The KRG responded to the two reports with an official denial. They issued a statement that they would crack down on any smuggling, and claimed that any such activity was the work of gangs, and had no involvement of the regional government. There are three refineries in Kurdistan, which they said made only legal sales. That’s highly unlikely as they are making money from their endeavors, not to mention that oil smuggling in Kurdistan and other parts of Iraq has been an open secret for the last thirty years. Minister Hawrami’s interview with the Times was a political move meant to press Baghdad to let it export its oil. The region hasn’t been allowed to do so since mid-2009. Politics however is taking precedent in Iraq right now, so the Kurds will have to wait for a new government to be formed, and a new oil minister to be appointed until they will be able to return to legal petroleum sales. Until then, they will continue with their illegal activities with Iran despite their official pronouncements.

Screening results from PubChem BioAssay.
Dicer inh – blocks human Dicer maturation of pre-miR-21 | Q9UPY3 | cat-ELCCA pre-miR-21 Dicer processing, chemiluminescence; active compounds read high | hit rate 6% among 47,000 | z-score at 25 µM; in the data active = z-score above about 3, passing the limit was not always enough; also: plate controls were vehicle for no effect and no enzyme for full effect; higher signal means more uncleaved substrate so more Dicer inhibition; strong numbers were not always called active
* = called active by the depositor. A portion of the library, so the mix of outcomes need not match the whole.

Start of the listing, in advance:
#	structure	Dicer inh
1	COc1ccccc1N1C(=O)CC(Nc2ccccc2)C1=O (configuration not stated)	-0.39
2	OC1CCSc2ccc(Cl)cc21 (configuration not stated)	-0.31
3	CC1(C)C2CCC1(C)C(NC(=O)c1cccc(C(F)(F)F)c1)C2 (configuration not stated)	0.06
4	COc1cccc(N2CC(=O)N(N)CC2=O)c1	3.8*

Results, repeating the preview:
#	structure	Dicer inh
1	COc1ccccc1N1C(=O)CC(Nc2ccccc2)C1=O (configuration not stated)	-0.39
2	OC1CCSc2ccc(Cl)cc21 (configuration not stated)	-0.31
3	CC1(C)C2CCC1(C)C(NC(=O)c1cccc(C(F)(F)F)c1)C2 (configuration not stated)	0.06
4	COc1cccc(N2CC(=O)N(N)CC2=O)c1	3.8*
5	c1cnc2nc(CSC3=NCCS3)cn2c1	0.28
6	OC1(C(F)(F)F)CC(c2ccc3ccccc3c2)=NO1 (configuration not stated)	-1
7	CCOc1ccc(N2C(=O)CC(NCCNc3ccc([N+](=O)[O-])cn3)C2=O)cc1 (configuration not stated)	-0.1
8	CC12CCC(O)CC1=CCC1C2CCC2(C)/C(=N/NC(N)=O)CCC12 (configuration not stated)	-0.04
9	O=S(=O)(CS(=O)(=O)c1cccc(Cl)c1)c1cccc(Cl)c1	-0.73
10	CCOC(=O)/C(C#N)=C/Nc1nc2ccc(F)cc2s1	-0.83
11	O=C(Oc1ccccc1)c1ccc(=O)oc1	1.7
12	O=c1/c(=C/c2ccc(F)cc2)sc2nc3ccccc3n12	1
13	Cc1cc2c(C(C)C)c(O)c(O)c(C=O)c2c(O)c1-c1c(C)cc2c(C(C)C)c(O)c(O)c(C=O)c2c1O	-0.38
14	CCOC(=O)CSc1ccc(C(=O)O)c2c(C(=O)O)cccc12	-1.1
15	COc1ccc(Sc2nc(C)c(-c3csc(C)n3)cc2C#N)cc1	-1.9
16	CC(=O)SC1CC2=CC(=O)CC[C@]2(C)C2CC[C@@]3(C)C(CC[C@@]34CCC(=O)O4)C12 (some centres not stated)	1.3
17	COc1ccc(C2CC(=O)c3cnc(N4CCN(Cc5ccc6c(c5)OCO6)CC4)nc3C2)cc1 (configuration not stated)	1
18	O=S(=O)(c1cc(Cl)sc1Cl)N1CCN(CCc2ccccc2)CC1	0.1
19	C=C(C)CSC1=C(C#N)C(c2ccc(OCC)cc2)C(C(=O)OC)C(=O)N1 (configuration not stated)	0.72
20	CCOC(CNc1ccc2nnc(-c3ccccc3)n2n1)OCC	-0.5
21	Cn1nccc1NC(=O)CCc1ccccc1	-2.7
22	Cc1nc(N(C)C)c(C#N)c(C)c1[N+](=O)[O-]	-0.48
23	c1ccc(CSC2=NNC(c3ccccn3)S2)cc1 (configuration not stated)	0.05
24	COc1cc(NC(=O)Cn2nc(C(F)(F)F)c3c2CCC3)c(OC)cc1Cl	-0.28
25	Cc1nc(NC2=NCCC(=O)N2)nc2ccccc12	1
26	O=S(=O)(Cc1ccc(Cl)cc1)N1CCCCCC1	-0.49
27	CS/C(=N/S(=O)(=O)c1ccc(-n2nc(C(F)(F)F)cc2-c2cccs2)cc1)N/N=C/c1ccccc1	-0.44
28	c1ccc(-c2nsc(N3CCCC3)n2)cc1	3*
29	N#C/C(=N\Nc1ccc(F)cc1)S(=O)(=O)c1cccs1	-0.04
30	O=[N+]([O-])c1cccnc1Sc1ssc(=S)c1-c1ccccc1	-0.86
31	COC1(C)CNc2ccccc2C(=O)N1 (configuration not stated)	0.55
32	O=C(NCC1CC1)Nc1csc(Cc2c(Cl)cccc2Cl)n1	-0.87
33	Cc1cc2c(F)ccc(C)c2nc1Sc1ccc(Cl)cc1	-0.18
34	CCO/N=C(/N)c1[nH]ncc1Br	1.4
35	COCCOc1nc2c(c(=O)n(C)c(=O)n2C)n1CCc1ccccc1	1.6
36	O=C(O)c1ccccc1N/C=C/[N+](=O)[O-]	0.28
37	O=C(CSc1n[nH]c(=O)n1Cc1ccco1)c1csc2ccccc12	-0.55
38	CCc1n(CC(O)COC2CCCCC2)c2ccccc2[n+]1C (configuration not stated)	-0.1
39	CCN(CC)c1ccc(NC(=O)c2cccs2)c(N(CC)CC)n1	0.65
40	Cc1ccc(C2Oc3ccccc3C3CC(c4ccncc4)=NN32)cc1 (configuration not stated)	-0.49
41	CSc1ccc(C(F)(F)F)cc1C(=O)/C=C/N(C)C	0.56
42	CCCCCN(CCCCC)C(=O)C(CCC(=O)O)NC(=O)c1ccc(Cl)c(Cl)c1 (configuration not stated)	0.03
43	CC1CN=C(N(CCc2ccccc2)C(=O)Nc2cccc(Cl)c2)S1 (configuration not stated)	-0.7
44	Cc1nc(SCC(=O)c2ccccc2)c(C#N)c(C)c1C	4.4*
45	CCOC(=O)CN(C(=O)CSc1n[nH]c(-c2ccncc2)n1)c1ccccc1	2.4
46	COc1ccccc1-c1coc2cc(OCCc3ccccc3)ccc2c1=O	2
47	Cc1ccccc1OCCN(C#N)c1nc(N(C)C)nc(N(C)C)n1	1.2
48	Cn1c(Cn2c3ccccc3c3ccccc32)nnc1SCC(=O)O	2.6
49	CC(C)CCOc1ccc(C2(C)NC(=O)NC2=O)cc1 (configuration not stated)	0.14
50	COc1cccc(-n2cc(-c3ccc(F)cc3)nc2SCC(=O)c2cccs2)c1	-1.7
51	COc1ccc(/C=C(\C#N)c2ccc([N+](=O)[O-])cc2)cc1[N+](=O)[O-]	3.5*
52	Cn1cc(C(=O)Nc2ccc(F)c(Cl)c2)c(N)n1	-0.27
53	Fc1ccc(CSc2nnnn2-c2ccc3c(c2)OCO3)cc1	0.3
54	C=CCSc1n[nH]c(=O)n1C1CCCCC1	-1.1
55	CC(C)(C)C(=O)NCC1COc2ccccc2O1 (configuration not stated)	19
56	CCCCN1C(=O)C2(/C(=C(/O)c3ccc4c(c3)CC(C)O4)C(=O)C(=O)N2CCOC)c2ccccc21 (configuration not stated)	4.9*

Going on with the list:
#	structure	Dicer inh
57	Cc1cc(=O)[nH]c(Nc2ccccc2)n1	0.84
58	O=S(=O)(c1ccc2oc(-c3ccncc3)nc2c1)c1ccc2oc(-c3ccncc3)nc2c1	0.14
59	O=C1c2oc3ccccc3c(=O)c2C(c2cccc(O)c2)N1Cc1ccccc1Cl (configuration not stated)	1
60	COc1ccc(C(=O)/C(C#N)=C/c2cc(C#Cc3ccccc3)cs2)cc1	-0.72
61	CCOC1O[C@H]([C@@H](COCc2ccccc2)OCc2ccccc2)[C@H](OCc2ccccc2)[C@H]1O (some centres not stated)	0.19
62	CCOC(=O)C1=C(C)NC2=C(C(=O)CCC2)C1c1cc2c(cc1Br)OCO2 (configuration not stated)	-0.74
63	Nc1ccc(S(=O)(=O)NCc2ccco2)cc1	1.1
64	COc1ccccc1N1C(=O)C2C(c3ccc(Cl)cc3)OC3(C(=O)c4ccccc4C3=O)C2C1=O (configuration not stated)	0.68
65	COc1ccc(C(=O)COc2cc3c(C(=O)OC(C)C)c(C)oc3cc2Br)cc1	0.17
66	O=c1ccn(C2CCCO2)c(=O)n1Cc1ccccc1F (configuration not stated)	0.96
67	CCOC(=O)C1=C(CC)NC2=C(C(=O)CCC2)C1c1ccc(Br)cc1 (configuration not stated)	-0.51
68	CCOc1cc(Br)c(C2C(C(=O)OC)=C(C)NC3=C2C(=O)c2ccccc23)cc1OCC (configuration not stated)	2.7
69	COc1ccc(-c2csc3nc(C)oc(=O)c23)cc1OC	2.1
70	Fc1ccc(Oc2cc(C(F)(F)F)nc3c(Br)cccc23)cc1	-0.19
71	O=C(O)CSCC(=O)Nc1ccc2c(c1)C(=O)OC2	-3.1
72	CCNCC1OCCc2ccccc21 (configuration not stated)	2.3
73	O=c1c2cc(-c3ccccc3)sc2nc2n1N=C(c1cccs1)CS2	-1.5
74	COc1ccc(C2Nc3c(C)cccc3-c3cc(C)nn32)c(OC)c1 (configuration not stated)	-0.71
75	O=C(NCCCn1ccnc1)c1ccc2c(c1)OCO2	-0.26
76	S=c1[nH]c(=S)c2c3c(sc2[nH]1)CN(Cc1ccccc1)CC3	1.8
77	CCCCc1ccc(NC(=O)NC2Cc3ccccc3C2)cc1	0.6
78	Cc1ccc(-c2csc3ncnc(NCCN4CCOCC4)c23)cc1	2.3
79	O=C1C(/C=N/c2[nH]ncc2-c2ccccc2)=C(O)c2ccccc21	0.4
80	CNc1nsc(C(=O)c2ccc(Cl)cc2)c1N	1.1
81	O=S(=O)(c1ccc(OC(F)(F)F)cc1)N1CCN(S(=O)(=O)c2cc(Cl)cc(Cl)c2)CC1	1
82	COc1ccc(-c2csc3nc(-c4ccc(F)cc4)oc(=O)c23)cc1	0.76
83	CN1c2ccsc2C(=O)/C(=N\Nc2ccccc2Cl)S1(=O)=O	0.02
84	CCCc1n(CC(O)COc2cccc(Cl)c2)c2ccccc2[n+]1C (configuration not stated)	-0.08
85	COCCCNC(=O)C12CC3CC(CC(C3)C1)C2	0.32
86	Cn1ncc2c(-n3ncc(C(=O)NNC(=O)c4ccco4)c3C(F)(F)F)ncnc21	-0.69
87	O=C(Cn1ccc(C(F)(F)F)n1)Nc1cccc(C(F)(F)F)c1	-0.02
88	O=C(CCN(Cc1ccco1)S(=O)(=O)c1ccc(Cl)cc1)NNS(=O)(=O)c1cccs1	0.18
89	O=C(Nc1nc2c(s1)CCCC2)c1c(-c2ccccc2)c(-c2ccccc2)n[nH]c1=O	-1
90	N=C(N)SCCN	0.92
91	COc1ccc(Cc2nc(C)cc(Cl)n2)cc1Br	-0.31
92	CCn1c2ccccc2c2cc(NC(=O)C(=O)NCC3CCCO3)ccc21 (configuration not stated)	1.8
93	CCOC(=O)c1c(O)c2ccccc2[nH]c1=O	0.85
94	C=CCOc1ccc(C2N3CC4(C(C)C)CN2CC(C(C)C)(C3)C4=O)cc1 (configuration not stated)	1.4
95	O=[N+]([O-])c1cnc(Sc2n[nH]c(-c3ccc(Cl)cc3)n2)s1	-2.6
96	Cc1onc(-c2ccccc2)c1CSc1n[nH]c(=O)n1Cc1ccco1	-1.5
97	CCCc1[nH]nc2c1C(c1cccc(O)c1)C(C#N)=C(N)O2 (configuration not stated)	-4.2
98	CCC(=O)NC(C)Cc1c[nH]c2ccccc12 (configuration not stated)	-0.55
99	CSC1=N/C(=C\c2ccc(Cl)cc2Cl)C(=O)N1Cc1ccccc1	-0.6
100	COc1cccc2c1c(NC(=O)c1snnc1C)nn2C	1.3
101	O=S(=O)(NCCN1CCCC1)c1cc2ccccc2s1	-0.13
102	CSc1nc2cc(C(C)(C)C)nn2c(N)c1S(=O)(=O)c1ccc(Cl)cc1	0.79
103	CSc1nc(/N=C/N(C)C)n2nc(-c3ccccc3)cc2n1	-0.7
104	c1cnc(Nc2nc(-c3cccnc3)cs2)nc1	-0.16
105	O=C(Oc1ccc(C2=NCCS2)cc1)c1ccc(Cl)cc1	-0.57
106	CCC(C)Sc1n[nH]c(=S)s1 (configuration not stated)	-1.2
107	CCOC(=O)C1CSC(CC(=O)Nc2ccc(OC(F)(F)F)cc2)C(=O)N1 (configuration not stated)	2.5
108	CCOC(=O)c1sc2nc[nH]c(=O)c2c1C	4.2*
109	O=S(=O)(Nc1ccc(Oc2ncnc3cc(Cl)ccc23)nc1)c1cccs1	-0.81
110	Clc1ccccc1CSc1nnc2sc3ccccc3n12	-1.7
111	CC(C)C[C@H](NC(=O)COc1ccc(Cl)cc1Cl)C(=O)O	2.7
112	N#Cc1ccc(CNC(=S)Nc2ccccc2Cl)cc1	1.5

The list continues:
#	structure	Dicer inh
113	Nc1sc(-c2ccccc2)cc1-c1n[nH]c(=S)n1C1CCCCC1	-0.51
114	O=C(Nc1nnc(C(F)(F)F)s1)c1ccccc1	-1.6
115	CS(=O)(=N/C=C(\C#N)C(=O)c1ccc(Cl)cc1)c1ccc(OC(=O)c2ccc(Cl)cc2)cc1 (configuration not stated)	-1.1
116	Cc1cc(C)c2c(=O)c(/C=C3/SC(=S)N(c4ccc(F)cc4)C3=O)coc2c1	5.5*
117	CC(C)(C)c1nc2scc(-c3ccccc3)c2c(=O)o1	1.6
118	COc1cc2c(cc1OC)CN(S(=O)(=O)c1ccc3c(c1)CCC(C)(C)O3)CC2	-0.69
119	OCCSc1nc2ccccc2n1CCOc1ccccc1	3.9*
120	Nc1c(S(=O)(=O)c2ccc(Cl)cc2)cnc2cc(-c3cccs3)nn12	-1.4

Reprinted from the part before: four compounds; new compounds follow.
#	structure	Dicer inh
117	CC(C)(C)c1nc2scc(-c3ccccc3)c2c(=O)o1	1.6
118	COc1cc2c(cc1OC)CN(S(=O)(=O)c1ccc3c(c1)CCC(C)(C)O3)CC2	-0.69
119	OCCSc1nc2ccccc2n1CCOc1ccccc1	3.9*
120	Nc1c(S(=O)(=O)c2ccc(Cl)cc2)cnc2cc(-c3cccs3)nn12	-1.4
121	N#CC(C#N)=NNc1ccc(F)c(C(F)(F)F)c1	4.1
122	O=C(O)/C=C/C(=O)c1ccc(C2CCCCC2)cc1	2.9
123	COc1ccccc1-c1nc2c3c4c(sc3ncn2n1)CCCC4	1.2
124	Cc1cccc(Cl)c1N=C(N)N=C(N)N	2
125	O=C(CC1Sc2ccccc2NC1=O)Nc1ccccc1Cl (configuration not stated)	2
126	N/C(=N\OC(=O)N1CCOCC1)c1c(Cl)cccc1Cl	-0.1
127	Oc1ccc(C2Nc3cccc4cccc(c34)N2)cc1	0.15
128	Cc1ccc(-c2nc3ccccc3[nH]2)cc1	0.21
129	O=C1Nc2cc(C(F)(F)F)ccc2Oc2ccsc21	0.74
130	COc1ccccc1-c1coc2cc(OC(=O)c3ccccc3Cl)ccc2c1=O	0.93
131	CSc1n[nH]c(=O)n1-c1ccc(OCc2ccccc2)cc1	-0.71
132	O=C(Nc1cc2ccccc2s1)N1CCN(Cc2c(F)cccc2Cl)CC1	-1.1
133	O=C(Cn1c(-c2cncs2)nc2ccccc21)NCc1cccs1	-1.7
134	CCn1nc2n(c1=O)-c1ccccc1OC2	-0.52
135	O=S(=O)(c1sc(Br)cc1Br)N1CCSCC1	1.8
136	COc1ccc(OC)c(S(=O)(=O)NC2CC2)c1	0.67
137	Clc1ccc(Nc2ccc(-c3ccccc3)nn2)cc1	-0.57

Dagher, Sam, “Smugglers in Iraq Blunt Sanctions Against Tehran,” New York Times, 7/8/10
Platts, “Iraq says to discuss oil smuggling to Iran with Kurd authorities,” 7/11/10
Reuters, “Iraq Kurds say to crack down on fuel smuggling,” 7/11/10